Monday, January 03, 2005

Closer Directed by Mike Nichols

The accusations that Closer is full of ugly people are right on, and chances are anyone having a problem with this misanthropic also found something to complain about in the antihumanity of '04's best film, Dogville. To those that find the script stagey and unrealistic, I can only say congratulations - if you've never experienced something akin to this in real life, even second hand, you're in luck. Essentially, those are the two gripes concerning Mike Nichols' Closer, and two that I can understand, but disagree with entirely.

A lot of the power found in Closer can be linked to the idea of routine, or repetition. Endgame, Glengarry Glen Ross, and the works of Francis Bacon are just a few examples of the great works of art that have been produced out of the concept of routine. We humans are creatures of habit, cycling away at tasks that, while menial in the large scope, are intensely important to our immediate wellbeing. The four characters in Closer - Dan, Alice, Anna, and Larry (Jude Law, Natalie Portman, Julia Roberts, and Clive Owen, respectively) - like normal humans, are also creatures of habit. They use the same pick-up lines over and over, fall in love in the same manner, and revert to habitual pet names and inside jokes. Nichols reinforces this with repetitive music cues (the intro to Cold Water and The Blower's Daughter, both by Damien Rice), an elliptical narrative-arc, and a very clever use of time that jumps months & years at a time with very little change to be found in our habitual lead characters. The rub: tied into that need for routine is the equal, and opposite need for change. The two couples - Dan & Alice and Anna & Larry - get locked into their routine of pet names, inside jokes, and predictable sex. As the saying goes, the hand you hold is the hand that holds you down. Inevitably, a large amount of deception - resulting in two messy separations - occurs. These people are caught in a bitter Catch-22, wherein they need the routine of their other, but cannot keep the equal need for another quelled. This is like that whole blanket thing from I [Heart] Huckabees ("Everything's the same and everything's different") injected with a healthy dose of bile.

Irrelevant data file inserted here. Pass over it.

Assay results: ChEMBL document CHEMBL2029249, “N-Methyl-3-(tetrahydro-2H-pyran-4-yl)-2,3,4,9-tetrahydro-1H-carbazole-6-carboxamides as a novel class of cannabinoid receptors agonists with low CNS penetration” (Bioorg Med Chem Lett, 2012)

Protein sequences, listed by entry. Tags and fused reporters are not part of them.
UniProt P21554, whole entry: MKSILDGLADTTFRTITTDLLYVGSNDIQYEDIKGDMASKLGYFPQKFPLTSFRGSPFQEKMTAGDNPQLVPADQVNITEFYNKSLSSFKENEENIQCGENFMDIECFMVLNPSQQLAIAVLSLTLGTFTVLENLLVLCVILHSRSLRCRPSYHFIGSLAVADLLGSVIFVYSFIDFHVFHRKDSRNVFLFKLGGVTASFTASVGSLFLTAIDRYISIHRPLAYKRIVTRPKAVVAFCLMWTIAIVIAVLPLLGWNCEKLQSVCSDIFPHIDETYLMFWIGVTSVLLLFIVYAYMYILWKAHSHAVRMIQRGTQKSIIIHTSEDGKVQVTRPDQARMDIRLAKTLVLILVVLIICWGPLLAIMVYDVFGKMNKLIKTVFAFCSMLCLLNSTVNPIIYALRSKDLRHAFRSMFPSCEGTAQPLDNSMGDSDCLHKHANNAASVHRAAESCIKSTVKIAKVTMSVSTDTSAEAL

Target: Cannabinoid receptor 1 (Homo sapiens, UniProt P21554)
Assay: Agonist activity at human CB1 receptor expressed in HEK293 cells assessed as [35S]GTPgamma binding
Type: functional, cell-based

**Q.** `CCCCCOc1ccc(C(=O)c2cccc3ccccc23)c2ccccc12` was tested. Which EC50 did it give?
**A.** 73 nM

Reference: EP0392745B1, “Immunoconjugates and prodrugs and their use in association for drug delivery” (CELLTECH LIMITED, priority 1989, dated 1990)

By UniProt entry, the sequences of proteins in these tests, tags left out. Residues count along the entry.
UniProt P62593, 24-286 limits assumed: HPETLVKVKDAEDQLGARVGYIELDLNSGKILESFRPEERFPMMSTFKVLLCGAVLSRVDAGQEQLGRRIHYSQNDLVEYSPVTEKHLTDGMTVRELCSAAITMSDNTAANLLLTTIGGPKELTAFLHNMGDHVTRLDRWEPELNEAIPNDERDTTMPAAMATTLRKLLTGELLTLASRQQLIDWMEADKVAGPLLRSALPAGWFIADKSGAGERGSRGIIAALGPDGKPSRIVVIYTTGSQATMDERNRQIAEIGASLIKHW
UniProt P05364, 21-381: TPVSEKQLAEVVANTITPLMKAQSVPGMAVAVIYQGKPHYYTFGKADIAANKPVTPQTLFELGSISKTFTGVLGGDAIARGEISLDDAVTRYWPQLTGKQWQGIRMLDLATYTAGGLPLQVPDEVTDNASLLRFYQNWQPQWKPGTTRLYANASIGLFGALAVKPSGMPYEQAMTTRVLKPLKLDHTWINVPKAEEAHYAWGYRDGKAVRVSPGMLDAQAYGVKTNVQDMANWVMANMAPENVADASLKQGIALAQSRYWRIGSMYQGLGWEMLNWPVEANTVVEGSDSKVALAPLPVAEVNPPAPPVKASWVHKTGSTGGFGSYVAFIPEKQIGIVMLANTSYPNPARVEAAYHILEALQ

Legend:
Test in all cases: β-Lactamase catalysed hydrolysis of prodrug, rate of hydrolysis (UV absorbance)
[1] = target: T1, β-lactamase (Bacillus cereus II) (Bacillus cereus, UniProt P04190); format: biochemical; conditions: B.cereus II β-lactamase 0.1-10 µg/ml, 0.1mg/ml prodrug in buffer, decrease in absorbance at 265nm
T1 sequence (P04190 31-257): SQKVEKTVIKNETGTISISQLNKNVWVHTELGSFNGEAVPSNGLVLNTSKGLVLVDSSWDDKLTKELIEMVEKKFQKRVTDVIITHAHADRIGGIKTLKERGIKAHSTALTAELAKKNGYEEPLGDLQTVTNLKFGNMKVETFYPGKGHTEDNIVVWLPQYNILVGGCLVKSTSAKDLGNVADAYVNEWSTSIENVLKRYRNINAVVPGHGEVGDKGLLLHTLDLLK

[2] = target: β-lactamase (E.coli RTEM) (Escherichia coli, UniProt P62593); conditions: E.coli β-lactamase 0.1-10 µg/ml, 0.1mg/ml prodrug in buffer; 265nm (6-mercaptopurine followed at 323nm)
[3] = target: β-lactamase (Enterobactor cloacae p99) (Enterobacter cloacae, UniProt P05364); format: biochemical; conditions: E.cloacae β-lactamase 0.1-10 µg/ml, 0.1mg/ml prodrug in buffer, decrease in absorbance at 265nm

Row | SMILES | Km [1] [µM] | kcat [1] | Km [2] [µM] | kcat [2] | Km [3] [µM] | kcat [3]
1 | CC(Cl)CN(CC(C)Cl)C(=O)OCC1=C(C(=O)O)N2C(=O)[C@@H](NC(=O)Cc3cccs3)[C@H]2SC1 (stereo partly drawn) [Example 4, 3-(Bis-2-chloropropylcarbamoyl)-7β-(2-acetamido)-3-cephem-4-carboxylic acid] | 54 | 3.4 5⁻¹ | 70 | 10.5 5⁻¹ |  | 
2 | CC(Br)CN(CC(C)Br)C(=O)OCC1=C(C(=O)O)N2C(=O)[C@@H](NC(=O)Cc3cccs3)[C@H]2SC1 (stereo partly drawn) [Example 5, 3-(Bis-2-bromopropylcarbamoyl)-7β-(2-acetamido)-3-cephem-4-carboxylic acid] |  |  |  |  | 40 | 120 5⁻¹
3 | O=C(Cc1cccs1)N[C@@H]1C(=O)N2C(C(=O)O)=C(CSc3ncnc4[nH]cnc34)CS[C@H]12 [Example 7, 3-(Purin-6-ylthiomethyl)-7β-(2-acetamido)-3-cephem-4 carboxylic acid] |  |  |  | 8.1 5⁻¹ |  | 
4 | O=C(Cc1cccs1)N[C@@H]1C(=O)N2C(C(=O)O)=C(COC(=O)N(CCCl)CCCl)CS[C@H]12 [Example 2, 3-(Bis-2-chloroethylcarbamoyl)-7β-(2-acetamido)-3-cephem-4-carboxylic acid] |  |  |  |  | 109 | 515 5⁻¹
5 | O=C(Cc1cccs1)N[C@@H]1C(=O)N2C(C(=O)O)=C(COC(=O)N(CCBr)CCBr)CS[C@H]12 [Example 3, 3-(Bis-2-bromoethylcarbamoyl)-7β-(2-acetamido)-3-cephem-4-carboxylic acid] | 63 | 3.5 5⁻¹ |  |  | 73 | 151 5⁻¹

As far as the dialogue being stagey - it bites, yes, and bites hard, but by no means is it unrealistic. Dan and Larry's desperate, foolish need to know the truth - no matter the brutality of it - is seated so deeply in the human (or least my) psyche, that, as hard as I'd like to, I cannot deny its reality. As Dan says to Alice, "This will hurt." And he's right, but it does not hurt in a way that allows the viewer to keep the pain at arm's length. The characters are complete people, full of both positive attributes and flaws, and in them we see ourselves. In that respect, the relationship to Bacon and Beckett is apropos - Closer is mimetic in the same way that the works by those artists are. They are made not only to entertain, but also to reflect something back at the viewer that he or she would not have seen, or would not have chosen to see. The lasciviousness of Closer would be a money making gimmick if the sexuality were not used as a bargaining tool for people to get what they want. These characters are shallow, empty, and full of device, but also sympathetically human. This is the reflection that Nichols was looking for - an image of people desiring someone to depend on but unable to remain content with that someone. For them, and for us, sex has turned - it has become a device, or a tool, to manipulate for personal gain. This makes Closer a difficult film to watch, and an even harder one to enjoy, but it also makes Closer a film of great importance.


Anonymous Jo said...

I am trying desperately to remember the name of the band who supplied the music in "Closer" when Dan and Alice are in the strip bar. I used to have this CD and now I can't remember their name!! Do you know?? Please email me if you do!

13 October, 2006 21:47  

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